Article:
Monday, December 29, 2008

Keeping Faith by Jodi Picoult

Summary: When the marriage of Mariah White and her cheating husband, Colin, turns ugly and disintegrates, their seven-year-old daughter, Faith, is there to witness it all. In the aftermath of a rapid divorce, Mariah falls into a deep depression - and suddenly Faith, a child with no religious background whatsoever, hears divine voices, starts reciting biblical passages, and develops stigmata. And when the miraculous healings begin, mother and daughter are thrust into the volatile center of controversy and into the heat of a custody battle - trapped in a mad media circus that threatens what little stability the family has left.

My Review: Mariah White is head-over-heels in love with her husband (to a sickening point) and then she catches him cheating and completely falls apart. While she is in her self-loathing stage, her daughter, Faith, who also witnessed the affair, starts talking to her "guard". It seems quite normal that a little girl would develop an imaginary friend after such a traumatic event but when Faith, who has never been told of God, starts reciting Bible verses, Mariah seeks help. It turns out her "guard" is actually her God. Once this is declared all kinds of crazy events take place, including healings and stigmata.
Faith's extraordinary story is leaked to the media and all types of people attempt to reach Faith to figure out what is actually going on with the little girl. Among these people is Ian Fletcher, who makes a living as an atheist disproving Christianity on live television. Also introduced into the story is Father MacReady to clear this mystery up for the Catholic church, even though the girl is not Catholic but technically Jewish. So Rabbi Weissman steps into the story for the Jewish perspective.
While the main story line is intriguing, there are so many side stories taking place that don't tie well with the main story line, that the reader feels distracted. It was difficult to care for Mariah because she was so needy and weak at the beginning of story. And her transformation to a stronger, more independent woman is slow coming and incomplete. Father MacReady and the whole Catholic church side story add little to the book and I feel could have just been cut or mentioned in a less detailed manner. Rabbi Weissman fits well because Mariah is Jewish and his character is very likable, but he pretty much just drops out of the book during the second half. And while I can't say that I liked Ian Fletcher, I do think his character fit nicely with the story and added another dimension.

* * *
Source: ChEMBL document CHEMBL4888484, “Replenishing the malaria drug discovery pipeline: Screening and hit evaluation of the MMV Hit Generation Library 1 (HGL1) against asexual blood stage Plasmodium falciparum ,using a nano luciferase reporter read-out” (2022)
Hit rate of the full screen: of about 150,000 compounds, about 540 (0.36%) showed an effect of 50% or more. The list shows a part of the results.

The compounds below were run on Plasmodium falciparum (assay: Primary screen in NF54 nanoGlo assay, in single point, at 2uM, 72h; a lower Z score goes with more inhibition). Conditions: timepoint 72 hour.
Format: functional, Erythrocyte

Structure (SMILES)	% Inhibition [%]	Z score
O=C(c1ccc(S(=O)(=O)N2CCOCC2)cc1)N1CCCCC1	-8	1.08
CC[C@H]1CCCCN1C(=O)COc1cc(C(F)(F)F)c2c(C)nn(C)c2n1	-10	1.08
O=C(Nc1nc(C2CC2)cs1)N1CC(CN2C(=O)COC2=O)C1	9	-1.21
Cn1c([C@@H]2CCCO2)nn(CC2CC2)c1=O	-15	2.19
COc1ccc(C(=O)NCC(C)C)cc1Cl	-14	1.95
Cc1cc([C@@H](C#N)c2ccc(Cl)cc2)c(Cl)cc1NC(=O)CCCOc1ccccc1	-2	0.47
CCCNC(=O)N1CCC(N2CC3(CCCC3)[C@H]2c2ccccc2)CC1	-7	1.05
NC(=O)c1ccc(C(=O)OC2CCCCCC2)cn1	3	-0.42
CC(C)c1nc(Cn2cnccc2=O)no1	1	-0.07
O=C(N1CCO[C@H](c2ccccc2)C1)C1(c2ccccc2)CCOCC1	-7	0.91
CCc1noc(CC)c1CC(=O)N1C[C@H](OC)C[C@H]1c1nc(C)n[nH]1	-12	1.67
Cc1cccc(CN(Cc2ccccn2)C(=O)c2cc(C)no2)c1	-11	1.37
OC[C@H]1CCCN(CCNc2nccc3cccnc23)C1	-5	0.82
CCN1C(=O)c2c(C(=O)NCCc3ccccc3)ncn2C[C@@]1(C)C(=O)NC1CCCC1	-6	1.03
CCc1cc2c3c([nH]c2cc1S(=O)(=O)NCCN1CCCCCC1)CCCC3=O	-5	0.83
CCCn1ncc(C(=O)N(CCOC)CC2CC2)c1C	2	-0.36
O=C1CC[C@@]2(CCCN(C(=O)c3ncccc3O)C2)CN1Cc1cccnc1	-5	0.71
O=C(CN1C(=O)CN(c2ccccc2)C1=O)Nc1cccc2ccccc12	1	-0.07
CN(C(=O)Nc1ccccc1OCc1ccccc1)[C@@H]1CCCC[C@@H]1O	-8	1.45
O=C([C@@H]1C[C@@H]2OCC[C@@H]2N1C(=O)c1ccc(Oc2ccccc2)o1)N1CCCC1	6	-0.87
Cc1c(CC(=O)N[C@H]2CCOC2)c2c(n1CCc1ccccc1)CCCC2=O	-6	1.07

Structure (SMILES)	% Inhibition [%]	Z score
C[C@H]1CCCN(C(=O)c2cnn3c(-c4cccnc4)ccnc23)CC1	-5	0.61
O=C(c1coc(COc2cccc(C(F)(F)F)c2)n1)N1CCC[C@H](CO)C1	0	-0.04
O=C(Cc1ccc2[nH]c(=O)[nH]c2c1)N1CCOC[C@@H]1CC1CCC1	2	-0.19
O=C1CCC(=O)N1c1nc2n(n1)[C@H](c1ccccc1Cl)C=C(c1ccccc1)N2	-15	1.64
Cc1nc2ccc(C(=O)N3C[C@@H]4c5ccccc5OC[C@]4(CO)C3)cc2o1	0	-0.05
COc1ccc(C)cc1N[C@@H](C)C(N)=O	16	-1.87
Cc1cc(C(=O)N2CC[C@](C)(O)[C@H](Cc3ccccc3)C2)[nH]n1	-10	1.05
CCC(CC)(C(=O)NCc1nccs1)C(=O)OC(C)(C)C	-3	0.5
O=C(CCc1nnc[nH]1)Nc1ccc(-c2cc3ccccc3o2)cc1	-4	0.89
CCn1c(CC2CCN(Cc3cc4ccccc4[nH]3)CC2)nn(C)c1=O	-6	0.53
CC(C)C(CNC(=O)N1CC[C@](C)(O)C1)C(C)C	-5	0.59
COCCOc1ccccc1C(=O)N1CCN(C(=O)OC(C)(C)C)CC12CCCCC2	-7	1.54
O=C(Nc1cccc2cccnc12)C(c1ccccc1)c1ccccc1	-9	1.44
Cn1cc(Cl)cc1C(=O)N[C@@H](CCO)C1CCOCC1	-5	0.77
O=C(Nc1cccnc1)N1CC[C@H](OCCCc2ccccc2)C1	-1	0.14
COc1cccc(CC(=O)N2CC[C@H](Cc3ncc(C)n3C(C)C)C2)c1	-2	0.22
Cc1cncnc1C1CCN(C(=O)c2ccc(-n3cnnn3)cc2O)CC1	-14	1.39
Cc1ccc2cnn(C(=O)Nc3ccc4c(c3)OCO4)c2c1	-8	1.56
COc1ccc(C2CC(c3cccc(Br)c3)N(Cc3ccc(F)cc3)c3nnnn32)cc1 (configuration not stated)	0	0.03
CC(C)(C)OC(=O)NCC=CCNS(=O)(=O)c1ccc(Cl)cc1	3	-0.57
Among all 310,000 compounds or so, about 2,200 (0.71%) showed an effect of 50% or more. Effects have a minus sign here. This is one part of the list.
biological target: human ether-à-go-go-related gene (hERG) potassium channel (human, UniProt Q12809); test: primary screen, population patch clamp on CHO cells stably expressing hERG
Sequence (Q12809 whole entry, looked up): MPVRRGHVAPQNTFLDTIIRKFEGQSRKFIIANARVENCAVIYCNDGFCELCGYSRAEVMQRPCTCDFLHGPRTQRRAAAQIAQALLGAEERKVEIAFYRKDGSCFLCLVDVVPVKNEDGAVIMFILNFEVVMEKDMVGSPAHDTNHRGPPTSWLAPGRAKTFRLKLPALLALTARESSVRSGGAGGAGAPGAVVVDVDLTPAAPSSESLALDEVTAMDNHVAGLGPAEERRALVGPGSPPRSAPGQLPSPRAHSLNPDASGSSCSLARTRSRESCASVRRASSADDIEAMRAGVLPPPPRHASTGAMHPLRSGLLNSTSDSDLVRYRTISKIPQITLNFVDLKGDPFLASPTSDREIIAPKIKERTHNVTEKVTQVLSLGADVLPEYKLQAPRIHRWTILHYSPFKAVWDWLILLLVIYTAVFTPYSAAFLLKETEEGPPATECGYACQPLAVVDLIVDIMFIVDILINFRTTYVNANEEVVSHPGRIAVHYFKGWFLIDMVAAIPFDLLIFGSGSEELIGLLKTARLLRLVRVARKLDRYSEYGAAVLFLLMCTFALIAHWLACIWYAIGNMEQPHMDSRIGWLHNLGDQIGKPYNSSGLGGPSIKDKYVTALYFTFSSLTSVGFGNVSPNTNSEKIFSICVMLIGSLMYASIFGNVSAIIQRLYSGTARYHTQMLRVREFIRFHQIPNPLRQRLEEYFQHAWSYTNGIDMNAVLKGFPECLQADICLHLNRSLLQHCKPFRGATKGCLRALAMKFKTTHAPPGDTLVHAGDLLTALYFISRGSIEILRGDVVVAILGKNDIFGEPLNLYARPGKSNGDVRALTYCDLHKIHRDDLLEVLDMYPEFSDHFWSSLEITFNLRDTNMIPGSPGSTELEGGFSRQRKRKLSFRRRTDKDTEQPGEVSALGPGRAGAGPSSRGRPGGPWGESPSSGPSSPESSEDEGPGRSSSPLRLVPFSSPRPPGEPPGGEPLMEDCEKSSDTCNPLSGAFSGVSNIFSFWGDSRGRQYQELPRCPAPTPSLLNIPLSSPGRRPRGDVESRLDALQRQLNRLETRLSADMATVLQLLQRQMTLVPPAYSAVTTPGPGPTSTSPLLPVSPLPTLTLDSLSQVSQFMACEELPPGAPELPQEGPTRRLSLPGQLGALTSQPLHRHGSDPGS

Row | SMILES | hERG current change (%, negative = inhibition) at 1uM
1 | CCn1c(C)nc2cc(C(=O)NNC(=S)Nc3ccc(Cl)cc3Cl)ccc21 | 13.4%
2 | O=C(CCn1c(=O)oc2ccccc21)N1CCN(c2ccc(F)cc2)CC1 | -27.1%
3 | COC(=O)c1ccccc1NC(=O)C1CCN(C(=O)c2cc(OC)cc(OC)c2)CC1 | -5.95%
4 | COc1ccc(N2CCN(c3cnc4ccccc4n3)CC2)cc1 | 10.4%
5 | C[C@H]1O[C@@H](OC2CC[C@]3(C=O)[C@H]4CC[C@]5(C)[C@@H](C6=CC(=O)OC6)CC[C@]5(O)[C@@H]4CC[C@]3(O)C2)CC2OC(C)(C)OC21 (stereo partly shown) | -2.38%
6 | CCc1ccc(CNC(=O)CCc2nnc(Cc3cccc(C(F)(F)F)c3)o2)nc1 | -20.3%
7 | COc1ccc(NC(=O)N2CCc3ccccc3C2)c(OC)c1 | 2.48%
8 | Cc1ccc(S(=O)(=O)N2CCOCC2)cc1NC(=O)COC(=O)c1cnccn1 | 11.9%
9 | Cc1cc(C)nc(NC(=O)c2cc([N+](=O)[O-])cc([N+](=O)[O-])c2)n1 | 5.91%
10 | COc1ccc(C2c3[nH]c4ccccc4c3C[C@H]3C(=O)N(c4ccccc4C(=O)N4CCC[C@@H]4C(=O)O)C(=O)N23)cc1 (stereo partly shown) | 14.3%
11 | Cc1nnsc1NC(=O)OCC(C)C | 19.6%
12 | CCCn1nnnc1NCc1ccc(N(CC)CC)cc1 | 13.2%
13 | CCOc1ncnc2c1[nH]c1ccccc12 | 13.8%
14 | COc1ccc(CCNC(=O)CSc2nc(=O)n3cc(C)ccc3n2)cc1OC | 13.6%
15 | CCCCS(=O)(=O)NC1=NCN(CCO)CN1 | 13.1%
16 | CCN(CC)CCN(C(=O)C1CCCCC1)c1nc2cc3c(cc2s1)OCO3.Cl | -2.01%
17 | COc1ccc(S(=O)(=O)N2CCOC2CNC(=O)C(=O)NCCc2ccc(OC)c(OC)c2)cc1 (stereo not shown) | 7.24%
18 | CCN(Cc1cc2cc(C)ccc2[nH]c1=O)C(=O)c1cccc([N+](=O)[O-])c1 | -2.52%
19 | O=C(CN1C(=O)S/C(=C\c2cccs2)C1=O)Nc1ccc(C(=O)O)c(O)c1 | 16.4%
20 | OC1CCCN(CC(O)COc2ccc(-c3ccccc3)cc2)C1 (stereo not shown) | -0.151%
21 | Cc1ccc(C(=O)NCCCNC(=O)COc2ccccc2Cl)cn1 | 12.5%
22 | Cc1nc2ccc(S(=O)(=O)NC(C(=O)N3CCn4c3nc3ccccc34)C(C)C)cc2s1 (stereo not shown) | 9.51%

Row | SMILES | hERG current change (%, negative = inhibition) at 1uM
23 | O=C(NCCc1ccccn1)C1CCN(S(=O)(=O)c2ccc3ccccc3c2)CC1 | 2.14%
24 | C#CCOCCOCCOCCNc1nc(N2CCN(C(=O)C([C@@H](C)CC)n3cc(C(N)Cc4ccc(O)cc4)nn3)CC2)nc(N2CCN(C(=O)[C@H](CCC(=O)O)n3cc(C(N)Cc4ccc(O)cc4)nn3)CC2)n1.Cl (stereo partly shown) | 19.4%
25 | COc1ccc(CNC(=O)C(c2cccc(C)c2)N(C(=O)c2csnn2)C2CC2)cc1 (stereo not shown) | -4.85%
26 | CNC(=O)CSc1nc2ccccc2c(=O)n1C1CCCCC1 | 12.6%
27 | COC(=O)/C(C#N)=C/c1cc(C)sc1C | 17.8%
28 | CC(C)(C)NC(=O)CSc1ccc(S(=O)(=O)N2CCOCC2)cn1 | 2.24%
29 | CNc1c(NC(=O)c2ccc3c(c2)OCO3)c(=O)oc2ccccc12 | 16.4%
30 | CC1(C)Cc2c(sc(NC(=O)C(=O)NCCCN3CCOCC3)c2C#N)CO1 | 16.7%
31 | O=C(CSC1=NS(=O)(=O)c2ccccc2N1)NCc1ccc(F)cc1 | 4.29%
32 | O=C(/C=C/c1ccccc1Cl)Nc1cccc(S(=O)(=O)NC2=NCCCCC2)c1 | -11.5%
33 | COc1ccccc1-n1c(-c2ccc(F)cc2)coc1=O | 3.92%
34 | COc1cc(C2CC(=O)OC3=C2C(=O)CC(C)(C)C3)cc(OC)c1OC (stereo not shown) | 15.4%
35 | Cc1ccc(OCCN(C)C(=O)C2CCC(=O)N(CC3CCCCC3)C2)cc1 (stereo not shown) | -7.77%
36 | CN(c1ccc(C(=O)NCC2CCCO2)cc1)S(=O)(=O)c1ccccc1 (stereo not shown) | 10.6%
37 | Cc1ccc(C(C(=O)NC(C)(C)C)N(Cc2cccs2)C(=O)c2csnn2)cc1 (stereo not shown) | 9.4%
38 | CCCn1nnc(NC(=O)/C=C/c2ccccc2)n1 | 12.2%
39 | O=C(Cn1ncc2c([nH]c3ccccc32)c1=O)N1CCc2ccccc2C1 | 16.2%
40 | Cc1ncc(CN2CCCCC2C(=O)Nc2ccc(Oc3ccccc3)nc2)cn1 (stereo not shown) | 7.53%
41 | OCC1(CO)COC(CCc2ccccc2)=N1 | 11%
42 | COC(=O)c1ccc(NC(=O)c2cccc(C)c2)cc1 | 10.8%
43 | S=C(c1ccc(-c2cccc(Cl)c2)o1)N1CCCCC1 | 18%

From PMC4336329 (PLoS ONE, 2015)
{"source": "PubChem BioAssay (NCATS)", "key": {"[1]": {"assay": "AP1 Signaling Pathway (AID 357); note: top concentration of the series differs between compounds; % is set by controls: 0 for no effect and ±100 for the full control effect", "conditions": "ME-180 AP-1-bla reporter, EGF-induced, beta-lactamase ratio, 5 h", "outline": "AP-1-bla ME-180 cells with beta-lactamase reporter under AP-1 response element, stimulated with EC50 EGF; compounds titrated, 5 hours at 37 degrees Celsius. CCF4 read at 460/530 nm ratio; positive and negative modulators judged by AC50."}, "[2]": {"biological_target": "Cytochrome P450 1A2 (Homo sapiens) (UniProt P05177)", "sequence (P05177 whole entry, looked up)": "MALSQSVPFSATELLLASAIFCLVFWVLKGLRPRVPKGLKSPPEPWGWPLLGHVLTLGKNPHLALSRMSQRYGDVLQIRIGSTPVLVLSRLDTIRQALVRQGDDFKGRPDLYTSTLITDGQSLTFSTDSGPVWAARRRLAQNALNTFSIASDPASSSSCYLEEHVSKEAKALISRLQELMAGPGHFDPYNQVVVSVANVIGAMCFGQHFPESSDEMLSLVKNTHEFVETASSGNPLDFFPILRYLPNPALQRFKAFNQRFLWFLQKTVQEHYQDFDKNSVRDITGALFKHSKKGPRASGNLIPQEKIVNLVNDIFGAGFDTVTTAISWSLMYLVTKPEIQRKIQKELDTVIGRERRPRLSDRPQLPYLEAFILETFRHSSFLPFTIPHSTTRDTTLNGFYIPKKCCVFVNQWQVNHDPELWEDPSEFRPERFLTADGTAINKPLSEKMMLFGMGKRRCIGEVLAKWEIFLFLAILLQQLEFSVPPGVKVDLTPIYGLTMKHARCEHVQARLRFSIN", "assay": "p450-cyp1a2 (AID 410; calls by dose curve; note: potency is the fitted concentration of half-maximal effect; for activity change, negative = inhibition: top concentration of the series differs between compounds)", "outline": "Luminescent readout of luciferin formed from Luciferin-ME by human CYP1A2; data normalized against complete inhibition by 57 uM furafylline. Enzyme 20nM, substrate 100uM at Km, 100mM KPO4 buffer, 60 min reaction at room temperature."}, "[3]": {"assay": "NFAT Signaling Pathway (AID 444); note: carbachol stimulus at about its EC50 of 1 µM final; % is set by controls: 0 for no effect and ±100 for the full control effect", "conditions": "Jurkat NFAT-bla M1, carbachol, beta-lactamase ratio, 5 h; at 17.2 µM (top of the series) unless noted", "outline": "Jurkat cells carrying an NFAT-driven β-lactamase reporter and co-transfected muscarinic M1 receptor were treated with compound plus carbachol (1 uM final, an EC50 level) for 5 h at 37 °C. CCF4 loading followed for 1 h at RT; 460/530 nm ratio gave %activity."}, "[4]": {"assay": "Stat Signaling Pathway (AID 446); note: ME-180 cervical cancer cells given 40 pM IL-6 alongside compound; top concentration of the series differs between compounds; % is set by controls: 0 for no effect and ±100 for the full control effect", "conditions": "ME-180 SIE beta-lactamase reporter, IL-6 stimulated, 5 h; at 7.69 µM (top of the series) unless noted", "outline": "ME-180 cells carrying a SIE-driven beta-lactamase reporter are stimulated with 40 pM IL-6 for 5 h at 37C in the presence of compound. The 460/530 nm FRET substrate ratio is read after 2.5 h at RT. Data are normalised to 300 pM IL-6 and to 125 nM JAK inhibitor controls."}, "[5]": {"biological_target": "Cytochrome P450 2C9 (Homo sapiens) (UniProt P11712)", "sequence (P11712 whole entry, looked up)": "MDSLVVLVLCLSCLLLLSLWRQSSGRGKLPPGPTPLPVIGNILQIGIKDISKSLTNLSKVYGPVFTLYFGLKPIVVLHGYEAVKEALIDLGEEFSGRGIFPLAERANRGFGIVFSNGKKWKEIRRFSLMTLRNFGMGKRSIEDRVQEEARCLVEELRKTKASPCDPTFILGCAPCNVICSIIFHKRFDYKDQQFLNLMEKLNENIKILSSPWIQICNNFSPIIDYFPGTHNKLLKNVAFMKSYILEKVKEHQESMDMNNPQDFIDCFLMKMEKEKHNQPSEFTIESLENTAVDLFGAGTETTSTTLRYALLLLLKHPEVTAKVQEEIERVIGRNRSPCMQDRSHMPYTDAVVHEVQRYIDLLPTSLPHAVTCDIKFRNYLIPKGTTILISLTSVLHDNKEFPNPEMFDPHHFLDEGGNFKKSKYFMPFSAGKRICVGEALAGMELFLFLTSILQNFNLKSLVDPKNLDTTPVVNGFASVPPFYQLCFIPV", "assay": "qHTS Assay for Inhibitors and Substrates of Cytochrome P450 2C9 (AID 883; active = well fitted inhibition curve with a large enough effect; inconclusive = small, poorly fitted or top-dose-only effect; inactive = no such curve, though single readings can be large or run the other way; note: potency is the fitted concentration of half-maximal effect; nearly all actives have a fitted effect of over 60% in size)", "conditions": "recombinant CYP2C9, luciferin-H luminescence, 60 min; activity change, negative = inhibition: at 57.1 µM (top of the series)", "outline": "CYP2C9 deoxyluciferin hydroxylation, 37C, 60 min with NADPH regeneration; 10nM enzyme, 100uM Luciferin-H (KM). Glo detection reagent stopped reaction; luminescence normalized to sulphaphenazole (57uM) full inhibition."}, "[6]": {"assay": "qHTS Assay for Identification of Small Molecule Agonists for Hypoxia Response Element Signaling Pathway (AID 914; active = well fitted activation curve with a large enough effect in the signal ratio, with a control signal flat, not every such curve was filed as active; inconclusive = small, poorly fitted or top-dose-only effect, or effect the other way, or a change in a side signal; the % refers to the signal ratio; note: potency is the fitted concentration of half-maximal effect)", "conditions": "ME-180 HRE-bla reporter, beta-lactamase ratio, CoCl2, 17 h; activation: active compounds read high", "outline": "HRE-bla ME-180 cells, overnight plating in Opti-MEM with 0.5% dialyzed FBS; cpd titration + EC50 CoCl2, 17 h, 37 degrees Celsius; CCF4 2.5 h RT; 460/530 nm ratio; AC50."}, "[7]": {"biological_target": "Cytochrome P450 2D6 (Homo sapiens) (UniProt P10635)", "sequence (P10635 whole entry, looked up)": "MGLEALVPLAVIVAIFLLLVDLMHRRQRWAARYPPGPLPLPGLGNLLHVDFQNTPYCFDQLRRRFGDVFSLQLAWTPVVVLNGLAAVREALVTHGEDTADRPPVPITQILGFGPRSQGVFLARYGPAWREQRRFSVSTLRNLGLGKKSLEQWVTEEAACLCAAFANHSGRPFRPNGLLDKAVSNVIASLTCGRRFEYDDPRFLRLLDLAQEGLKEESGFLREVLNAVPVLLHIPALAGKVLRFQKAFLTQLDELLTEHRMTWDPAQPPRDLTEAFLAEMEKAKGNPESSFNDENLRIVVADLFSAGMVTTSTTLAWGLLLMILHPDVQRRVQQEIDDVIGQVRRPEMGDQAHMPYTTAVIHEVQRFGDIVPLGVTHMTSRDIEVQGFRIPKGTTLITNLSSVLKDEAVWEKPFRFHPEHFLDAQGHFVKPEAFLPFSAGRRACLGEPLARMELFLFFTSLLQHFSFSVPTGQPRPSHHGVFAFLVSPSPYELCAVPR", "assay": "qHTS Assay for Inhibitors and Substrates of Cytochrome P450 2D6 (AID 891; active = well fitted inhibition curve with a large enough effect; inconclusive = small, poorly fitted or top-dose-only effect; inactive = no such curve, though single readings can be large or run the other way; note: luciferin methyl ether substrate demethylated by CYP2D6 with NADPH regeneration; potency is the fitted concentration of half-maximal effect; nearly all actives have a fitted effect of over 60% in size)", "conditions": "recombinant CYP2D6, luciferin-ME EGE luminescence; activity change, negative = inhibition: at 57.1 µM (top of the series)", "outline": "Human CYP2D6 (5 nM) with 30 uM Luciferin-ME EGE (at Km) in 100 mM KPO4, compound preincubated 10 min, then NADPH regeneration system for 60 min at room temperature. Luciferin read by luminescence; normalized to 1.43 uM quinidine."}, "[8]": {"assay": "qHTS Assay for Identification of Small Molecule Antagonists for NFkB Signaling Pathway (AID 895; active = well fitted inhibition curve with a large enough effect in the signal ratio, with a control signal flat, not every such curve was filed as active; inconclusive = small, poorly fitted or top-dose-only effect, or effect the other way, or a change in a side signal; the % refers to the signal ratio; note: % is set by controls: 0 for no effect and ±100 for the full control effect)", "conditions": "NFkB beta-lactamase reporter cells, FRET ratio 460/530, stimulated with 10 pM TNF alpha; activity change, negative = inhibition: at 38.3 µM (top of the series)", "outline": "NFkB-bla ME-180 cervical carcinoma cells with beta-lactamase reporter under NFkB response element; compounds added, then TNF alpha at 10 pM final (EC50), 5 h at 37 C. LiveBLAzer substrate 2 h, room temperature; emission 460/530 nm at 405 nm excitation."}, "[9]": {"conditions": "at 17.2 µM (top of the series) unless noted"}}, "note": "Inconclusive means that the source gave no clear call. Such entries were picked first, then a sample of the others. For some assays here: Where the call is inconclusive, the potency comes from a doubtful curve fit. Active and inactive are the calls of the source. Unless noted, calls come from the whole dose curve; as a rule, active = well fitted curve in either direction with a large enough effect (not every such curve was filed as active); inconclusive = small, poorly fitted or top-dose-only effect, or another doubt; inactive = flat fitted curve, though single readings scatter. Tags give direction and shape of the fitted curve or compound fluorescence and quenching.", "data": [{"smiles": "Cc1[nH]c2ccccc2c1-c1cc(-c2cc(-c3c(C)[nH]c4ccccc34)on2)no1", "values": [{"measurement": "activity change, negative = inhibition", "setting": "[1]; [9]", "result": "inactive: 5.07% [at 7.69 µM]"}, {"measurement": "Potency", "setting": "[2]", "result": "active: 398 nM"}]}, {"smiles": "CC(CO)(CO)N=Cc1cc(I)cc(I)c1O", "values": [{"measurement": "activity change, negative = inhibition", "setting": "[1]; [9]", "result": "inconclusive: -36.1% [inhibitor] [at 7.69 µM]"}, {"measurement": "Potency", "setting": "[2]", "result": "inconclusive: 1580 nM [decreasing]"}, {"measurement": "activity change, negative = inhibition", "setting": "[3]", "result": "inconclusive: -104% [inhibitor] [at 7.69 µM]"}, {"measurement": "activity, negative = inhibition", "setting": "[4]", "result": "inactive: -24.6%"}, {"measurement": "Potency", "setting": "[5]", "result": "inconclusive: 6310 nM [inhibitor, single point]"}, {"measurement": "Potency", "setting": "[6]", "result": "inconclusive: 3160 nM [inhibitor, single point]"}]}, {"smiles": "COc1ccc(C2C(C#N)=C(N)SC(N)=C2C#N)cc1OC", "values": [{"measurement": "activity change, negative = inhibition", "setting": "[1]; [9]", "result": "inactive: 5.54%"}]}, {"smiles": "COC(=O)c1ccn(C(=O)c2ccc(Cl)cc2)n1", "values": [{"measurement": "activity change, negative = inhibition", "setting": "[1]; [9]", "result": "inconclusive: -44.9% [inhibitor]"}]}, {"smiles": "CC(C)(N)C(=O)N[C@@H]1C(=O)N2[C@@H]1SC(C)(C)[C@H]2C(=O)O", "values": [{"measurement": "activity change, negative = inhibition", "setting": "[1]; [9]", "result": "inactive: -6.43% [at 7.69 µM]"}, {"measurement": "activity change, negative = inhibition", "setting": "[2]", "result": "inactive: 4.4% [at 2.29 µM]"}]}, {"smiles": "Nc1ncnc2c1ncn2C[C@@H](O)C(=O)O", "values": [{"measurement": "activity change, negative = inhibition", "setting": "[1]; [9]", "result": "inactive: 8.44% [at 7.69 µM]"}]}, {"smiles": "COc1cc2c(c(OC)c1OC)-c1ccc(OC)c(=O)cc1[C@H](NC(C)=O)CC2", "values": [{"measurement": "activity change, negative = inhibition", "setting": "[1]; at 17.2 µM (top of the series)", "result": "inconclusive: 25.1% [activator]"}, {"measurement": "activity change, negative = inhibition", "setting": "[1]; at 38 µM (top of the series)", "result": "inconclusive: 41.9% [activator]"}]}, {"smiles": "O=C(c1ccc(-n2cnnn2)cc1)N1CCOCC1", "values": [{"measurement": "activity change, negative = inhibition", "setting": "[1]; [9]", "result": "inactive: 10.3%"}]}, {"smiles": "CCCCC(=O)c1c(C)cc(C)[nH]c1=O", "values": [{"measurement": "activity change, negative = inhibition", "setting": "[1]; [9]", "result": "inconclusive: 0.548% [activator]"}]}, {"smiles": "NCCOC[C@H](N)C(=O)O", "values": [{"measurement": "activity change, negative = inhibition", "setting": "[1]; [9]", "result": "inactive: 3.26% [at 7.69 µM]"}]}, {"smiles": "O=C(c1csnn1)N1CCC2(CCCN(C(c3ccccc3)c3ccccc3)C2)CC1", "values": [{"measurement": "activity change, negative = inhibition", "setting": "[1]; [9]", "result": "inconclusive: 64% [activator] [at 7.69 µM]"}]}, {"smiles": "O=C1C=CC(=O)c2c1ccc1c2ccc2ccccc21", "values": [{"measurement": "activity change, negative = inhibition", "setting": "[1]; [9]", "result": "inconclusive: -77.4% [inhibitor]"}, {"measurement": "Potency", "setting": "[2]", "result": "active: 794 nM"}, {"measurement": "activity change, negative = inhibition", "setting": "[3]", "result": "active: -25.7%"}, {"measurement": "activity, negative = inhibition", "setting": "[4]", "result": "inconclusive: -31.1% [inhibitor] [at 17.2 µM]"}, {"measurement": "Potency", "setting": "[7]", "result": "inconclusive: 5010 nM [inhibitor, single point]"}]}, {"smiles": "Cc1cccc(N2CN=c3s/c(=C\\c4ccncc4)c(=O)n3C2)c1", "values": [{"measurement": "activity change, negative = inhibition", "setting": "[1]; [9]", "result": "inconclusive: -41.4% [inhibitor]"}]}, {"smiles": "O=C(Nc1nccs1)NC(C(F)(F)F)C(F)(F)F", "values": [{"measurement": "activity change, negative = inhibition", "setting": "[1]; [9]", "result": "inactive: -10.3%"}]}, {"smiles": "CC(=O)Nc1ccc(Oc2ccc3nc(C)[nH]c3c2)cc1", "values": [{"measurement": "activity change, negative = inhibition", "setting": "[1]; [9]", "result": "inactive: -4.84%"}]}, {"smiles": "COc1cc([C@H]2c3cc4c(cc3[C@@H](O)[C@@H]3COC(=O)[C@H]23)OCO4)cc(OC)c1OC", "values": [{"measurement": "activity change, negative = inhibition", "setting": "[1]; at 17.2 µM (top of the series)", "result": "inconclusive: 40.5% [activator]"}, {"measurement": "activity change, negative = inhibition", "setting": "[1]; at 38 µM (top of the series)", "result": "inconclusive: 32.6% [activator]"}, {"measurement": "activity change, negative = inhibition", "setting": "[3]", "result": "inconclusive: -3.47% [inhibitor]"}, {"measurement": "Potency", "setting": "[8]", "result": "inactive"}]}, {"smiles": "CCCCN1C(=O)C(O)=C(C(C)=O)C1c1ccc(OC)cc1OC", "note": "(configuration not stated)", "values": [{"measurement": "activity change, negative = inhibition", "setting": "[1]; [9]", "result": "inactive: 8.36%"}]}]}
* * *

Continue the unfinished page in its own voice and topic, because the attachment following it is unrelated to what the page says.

That being said, Picoult has an excellent writing style that keeps the reader intrigued regardless of the subject. She has a way of making you think about things from a new perspective. I liked how she weaved two sides into "Keeping Faith"...keeping faith from a religious stand point and keeping Faith as in child custody. This novel had so much potential but left the reader wanting for something more.

My Rating: 3 Stars, definitely not her best book but if you enjoy her writing, check it out.

If I could sum this book up in one phrase it would be: A good story, just rough along the edges.


MindySue said...

weird, i posted a comment before...i thought...but it never showed up. hmmmmm. curious.

anyway. the premise of this book sounds very interesting and i really do like the titles play on words that you talked problem...or the thing that is keepign me reading them is that they sound really depressing. is that the case? if you could recommend only two jodi picoults, which would they be?

Heather said...

I wouldn't say they are depressing as much as just emotional with ups and downs. I have only read 4 of her books. I would totally recommend "Nineteen Minutes" as I believe that it gives great insight to anyone with school-age children. I have heard her best book is "My Sister's Keeper", which I haven't read yet but plan to soon. It is said to be very emotional so you must be in the right state of mind to read it (not pregnant or just after a baby!) I also enjoyed "The Tenth Circle", which was very different from her usually book, but can't say I would rate it above this one.
Don't let the depressing factor keep you from reading her books. These books are filled with peaks and valleys, yet contain some very good, thought-provoking material.

MindySue said...

okay okay. i'll try them. ;)


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